With the unrest largely confined to the cities of Istanbul and Ankara, tourists continue to fly into the country and many are heading for the beaches.
Turkey has become a favorite destination for European tourism in recent years, attracted by its rich history, warm weather, and beaches.
Turkey’s travel industry brings much-needed foreign currency into the country. The tourist industry alone generated $23 billion last year.
But experts warn that the industry could suffer if the protests intensify and foreign governments continue to issue travel advisories against the protest hot spots.
And the peak months of July and August are coming up, where normally Turkey gets some 10 million tourists, with 40% of them flying into Istanbul.
According to the MasterCard Global Destinations Cities Index, Istanbul was one of the fastest growing tourism markets in the world last year, with 11.6 million international tourists and earning $10.6 billion in revenue.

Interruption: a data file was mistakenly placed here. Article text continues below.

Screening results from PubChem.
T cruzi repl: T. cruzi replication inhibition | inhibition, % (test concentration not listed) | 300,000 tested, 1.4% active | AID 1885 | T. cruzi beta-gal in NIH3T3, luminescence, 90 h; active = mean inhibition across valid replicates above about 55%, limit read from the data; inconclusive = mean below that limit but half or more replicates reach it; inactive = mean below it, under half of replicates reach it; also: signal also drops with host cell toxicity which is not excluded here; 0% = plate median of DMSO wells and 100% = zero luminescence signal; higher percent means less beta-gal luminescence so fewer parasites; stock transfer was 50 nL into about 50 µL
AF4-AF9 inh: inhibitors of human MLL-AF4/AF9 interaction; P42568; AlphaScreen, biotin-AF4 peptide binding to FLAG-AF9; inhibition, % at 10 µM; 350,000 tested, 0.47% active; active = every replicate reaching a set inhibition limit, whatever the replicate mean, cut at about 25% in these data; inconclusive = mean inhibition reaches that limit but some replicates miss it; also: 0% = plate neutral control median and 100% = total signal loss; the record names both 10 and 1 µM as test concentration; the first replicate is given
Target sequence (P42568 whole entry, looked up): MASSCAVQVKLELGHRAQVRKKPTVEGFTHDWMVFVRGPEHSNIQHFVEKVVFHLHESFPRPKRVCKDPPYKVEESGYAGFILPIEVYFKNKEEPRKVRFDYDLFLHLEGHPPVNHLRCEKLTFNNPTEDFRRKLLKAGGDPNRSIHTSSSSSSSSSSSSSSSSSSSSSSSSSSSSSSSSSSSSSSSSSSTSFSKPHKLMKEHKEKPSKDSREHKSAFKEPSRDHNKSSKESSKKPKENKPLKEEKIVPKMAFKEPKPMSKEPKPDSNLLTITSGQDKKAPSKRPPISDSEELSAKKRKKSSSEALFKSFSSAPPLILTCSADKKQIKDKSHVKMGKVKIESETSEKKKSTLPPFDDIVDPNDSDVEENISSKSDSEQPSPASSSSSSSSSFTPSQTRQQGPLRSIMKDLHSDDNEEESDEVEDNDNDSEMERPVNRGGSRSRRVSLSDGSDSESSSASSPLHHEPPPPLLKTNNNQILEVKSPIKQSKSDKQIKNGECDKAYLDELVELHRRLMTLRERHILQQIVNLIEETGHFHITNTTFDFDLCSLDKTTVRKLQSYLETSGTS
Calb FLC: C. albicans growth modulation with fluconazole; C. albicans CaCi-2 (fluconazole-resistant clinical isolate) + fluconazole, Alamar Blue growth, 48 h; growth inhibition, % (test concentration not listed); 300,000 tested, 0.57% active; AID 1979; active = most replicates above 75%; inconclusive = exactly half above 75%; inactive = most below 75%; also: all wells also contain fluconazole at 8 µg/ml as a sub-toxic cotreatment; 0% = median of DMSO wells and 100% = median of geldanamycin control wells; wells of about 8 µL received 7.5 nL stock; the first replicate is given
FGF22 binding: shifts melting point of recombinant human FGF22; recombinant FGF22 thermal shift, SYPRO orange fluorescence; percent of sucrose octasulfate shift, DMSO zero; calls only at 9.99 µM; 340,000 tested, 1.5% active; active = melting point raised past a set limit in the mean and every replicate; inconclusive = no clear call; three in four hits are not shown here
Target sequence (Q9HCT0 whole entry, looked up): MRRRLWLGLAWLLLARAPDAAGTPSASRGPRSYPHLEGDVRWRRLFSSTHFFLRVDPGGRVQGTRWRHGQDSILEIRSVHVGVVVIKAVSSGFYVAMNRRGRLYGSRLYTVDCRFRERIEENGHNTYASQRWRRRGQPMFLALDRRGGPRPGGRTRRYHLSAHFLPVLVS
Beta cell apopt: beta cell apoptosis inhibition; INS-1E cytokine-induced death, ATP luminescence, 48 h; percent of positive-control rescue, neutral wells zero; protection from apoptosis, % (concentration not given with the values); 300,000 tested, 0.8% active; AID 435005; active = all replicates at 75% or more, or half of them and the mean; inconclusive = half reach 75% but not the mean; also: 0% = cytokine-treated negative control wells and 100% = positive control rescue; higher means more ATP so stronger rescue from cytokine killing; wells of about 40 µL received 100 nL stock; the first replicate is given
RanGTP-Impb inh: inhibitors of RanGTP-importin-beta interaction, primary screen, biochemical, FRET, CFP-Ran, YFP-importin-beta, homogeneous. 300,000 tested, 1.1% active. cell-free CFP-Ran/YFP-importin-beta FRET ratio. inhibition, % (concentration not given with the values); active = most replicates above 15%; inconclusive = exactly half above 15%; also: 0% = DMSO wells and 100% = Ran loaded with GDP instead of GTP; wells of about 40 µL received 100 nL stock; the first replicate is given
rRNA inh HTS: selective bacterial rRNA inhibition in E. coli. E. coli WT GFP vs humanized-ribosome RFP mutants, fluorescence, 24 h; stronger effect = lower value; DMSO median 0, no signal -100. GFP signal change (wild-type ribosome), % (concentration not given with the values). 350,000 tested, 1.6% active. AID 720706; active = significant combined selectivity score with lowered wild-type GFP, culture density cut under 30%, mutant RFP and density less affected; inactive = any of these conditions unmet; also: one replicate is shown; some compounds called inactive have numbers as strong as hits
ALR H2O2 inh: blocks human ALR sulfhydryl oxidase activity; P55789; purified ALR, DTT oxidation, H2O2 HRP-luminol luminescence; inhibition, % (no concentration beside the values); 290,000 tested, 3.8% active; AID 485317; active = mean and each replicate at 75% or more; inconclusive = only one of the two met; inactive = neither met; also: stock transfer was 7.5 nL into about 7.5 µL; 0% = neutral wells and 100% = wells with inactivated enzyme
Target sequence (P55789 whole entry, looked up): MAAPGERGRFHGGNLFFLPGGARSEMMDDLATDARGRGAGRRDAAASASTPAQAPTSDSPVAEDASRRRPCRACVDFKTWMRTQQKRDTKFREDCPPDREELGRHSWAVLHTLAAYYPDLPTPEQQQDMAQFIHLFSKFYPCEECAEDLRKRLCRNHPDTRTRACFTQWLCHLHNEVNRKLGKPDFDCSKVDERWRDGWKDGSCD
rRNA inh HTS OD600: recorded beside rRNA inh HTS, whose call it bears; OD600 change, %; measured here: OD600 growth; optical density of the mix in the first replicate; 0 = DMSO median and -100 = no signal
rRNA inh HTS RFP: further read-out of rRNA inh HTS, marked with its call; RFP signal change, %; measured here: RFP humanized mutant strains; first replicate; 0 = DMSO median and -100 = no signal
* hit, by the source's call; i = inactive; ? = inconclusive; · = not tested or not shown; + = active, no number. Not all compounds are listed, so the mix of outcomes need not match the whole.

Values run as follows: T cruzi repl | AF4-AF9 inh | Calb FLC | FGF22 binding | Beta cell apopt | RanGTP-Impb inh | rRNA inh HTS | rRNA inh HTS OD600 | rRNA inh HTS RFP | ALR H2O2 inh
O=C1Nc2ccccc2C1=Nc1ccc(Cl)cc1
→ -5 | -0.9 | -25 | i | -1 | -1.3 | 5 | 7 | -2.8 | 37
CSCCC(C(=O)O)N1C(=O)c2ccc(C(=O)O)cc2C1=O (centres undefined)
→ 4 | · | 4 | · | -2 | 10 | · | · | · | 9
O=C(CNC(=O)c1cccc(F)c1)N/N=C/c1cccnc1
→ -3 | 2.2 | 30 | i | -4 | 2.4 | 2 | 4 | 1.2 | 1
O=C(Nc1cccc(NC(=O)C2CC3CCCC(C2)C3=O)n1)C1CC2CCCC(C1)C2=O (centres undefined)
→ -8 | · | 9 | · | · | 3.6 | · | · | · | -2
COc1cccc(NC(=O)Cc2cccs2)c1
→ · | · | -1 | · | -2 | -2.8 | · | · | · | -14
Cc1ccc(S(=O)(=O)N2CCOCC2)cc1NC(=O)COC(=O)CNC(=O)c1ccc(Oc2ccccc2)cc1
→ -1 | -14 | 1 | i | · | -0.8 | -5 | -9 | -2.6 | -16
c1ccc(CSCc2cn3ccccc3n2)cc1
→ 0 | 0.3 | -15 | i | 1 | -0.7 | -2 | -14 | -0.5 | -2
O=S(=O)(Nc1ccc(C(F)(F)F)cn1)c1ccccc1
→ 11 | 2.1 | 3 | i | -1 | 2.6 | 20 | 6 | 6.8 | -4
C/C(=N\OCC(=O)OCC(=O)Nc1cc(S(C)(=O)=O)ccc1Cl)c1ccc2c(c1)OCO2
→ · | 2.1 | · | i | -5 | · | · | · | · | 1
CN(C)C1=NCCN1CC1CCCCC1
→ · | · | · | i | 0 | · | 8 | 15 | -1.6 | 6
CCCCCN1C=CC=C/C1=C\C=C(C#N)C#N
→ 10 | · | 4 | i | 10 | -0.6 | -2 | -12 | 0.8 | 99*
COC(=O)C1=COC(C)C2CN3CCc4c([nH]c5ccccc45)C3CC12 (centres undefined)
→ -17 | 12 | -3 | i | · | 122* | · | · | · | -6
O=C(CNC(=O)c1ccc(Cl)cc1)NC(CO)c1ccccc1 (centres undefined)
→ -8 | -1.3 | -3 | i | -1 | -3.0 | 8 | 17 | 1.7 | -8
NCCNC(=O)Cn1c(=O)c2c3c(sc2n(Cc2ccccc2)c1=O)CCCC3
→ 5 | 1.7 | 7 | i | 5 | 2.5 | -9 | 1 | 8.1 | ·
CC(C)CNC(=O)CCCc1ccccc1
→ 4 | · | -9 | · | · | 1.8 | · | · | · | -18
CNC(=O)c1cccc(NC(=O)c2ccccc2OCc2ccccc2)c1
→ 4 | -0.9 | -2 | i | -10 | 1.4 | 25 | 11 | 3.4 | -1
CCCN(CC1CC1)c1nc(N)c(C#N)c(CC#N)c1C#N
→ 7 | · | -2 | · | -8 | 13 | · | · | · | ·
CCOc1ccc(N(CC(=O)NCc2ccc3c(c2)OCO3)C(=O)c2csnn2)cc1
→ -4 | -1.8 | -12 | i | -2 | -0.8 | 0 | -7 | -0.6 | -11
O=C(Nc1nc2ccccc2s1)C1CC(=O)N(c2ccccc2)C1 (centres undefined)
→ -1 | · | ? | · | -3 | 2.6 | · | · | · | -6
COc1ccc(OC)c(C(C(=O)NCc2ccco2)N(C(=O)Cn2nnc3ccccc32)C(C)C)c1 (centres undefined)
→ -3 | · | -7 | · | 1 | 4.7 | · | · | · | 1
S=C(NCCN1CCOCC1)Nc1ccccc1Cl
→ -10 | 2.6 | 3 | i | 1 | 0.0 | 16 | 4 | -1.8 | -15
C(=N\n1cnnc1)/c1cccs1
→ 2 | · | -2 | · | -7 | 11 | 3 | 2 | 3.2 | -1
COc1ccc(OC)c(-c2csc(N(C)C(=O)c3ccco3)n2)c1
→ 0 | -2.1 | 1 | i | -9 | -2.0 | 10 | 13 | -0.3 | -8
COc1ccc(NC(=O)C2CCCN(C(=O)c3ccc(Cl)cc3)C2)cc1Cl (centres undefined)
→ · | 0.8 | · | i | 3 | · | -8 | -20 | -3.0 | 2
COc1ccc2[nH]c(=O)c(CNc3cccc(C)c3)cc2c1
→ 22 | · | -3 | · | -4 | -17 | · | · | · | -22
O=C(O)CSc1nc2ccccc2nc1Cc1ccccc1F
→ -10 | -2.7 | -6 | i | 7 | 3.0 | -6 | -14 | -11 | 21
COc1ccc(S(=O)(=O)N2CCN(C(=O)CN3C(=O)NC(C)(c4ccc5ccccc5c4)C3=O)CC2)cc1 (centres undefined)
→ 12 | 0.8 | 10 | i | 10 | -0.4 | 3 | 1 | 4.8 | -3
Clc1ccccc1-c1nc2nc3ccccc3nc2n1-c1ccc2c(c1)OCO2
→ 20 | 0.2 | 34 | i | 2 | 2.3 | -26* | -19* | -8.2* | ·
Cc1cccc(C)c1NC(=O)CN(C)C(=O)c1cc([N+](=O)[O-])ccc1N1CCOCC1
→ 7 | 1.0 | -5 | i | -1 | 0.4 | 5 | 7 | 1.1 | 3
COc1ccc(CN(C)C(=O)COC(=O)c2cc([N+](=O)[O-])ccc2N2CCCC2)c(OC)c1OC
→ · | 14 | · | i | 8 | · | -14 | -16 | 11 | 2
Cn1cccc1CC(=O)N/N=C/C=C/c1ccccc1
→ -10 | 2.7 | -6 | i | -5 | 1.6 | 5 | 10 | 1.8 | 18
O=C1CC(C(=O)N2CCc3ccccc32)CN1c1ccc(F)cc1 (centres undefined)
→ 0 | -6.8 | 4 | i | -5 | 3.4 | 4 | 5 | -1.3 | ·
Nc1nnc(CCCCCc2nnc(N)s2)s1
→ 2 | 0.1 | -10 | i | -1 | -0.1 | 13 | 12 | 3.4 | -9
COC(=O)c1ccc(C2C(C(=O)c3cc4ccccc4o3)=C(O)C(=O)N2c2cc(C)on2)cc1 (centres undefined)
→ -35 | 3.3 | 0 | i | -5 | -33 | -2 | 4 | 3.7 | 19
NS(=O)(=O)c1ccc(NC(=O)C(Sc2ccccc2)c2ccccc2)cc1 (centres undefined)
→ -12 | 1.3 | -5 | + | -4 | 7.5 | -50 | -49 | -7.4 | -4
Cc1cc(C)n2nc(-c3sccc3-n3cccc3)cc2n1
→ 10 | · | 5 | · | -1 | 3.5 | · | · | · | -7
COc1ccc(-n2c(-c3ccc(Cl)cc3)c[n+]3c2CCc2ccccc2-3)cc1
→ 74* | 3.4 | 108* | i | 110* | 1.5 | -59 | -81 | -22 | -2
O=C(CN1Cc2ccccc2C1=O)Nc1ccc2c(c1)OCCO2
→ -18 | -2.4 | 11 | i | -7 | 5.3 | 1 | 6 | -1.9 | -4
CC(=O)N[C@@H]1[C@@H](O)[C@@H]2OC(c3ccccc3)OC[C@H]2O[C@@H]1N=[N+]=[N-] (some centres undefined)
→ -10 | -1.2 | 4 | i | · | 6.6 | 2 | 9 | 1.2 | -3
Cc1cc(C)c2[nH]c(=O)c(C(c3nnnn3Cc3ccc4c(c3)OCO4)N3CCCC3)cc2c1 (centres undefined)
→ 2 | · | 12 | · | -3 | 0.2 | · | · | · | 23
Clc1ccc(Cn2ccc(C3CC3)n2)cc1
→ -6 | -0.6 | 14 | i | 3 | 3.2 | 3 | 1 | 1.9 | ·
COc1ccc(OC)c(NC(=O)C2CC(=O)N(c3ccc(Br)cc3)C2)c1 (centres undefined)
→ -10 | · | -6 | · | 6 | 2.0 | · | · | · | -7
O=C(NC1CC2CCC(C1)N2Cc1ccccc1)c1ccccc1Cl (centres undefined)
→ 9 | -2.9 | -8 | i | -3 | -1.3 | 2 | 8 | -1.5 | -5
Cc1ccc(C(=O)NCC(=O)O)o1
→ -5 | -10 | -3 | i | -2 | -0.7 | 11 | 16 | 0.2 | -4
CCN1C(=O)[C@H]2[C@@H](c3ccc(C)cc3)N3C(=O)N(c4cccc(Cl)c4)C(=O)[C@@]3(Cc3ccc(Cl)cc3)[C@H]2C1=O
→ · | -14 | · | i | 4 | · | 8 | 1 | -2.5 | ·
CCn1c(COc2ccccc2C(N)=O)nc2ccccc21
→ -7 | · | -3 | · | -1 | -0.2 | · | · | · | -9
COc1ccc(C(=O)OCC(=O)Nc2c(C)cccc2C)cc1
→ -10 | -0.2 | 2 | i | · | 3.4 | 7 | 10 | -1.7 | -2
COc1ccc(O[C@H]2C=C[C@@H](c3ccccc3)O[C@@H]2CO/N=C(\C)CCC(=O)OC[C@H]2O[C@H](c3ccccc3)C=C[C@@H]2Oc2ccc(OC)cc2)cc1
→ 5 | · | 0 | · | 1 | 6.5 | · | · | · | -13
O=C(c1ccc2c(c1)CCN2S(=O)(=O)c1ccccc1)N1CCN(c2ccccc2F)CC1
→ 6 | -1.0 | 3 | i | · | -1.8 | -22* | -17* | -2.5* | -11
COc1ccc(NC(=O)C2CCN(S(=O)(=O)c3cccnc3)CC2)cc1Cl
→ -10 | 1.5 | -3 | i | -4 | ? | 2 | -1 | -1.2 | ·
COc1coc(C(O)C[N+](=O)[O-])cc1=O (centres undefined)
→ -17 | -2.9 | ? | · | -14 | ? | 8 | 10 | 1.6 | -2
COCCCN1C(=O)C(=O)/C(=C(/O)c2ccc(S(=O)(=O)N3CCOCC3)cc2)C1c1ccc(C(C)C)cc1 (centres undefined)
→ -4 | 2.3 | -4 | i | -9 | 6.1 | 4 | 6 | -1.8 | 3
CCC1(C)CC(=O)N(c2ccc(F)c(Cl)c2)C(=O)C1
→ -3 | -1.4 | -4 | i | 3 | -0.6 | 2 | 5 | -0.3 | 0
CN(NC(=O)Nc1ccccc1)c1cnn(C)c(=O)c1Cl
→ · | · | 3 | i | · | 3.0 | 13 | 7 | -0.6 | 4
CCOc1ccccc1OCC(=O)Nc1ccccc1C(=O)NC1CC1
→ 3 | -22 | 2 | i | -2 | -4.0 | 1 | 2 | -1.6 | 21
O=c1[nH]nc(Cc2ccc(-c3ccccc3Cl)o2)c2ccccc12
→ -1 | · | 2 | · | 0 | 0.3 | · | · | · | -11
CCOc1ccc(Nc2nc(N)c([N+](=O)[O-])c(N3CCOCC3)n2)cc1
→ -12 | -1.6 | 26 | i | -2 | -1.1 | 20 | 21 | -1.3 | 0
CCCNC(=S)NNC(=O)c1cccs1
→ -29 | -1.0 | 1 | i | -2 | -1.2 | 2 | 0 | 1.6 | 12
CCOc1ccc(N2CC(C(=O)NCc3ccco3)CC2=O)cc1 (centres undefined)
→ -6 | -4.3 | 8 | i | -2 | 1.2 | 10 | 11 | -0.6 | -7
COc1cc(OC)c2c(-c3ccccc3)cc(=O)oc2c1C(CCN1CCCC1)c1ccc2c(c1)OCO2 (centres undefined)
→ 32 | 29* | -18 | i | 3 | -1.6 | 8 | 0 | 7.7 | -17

“People are definitely nervous,” said David Segel, managing director of West End Travel in London.
At the moment, tourists with pre-booked flights and package holidays are still flying into the country as they’re unable to obtain refunds for their trips, said Segel.
Finance Minister Mehmet Simsek told CNN that the economic damage from the protests has so far been insignificant, but if the unrest continues the tourism industry could suffer.
“We’ve seen in the past that events like this have had some temporary impact, but no lasting impact,” Simsek said.
Fortunately for the industry, most of Istanbul’s top attractions such as the Blue Mosque, Hagia Sophia and Topkapi Palace, are located far from the heart of the protests in Taksim Square. Image/CNN